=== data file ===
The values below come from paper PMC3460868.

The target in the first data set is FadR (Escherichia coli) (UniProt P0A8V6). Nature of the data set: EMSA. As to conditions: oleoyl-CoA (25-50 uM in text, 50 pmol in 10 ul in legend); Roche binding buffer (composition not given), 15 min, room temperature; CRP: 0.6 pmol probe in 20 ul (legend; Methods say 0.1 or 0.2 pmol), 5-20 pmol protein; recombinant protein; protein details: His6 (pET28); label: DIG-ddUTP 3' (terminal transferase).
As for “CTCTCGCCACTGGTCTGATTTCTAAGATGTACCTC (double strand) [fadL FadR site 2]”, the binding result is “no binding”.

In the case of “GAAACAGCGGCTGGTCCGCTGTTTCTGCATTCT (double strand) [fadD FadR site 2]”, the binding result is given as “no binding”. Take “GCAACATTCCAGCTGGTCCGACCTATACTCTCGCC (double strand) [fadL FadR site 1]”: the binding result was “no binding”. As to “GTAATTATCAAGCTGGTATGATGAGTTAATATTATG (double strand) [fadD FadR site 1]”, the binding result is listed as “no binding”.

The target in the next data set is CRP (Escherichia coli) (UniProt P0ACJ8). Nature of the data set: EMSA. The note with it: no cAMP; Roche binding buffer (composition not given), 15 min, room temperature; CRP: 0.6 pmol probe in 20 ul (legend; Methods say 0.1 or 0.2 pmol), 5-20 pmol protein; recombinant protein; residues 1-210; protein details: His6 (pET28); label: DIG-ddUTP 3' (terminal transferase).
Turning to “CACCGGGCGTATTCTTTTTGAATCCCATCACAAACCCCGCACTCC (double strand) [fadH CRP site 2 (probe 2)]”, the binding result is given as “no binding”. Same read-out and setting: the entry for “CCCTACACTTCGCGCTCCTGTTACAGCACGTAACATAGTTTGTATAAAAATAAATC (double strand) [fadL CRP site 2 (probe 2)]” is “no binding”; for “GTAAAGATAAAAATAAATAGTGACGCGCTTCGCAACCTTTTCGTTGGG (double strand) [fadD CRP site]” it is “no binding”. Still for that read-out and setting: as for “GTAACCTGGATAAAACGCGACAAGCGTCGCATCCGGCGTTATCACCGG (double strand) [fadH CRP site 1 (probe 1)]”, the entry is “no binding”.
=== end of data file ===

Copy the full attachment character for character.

The values below come from paper PMC3460868.

The target in the first data set is FadR (Escherichia coli) (UniProt P0A8V6). Nature of the data set: EMSA. As to conditions: oleoyl-CoA (25-50 uM in text, 50 pmol in 10 ul in legend); Roche binding buffer (composition not given), 15 min, room temperature; CRP: 0.6 pmol probe in 20 ul (legend; Methods say 0.1 or 0.2 pmol), 5-20 pmol protein; recombinant protein; protein details: His6 (pET28); label: DIG-ddUTP 3' (terminal transferase).
As for “CTCTCGCCACTGGTCTGATTTCTAAGATGTACCTC (double strand) [fadL FadR site 2]”, the binding result is “no binding”.

In the case of “GAAACAGCGGCTGGTCCGCTGTTTCTGCATTCT (double strand) [fadD FadR site 2]”, the binding result is given as “no binding”. Take “GCAACATTCCAGCTGGTCCGACCTATACTCTCGCC (double strand) [fadL FadR site 1]”: the binding result was “no binding”. As to “GTAATTATCAAGCTGGTATGATGAGTTAATATTATG (double strand) [fadD FadR site 1]”, the binding result is listed as “no binding”.

The target in the next data set is CRP (Escherichia coli) (UniProt P0ACJ8). Nature of the data set: EMSA. The note with it: no cAMP; Roche binding buffer (composition not given), 15 min, room temperature; CRP: 0.6 pmol probe in 20 ul (legend; Methods say 0.1 or 0.2 pmol), 5-20 pmol protein; recombinant protein; residues 1-210; protein details: His6 (pET28); label: DIG-ddUTP 3' (terminal transferase).
Turning to “CACCGGGCGTATTCTTTTTGAATCCCATCACAAACCCCGCACTCC (double strand) [fadH CRP site 2 (probe 2)]”, the binding result is given as “no binding”. Same read-out and setting: the entry for “CCCTACACTTCGCGCTCCTGTTACAGCACGTAACATAGTTTGTATAAAAATAAATC (double strand) [fadL CRP site 2 (probe 2)]” is “no binding”; for “GTAAAGATAAAAATAAATAGTGACGCGCTTCGCAACCTTTTCGTTGGG (double strand) [fadD CRP site]” it is “no binding”. Still for that read-out and setting: as for “GTAACCTGGATAAAACGCGACAAGCGTCGCATCCGGCGTTATCACCGG (double strand) [fadH CRP site 1 (probe 1)]”, the entry is “no binding”.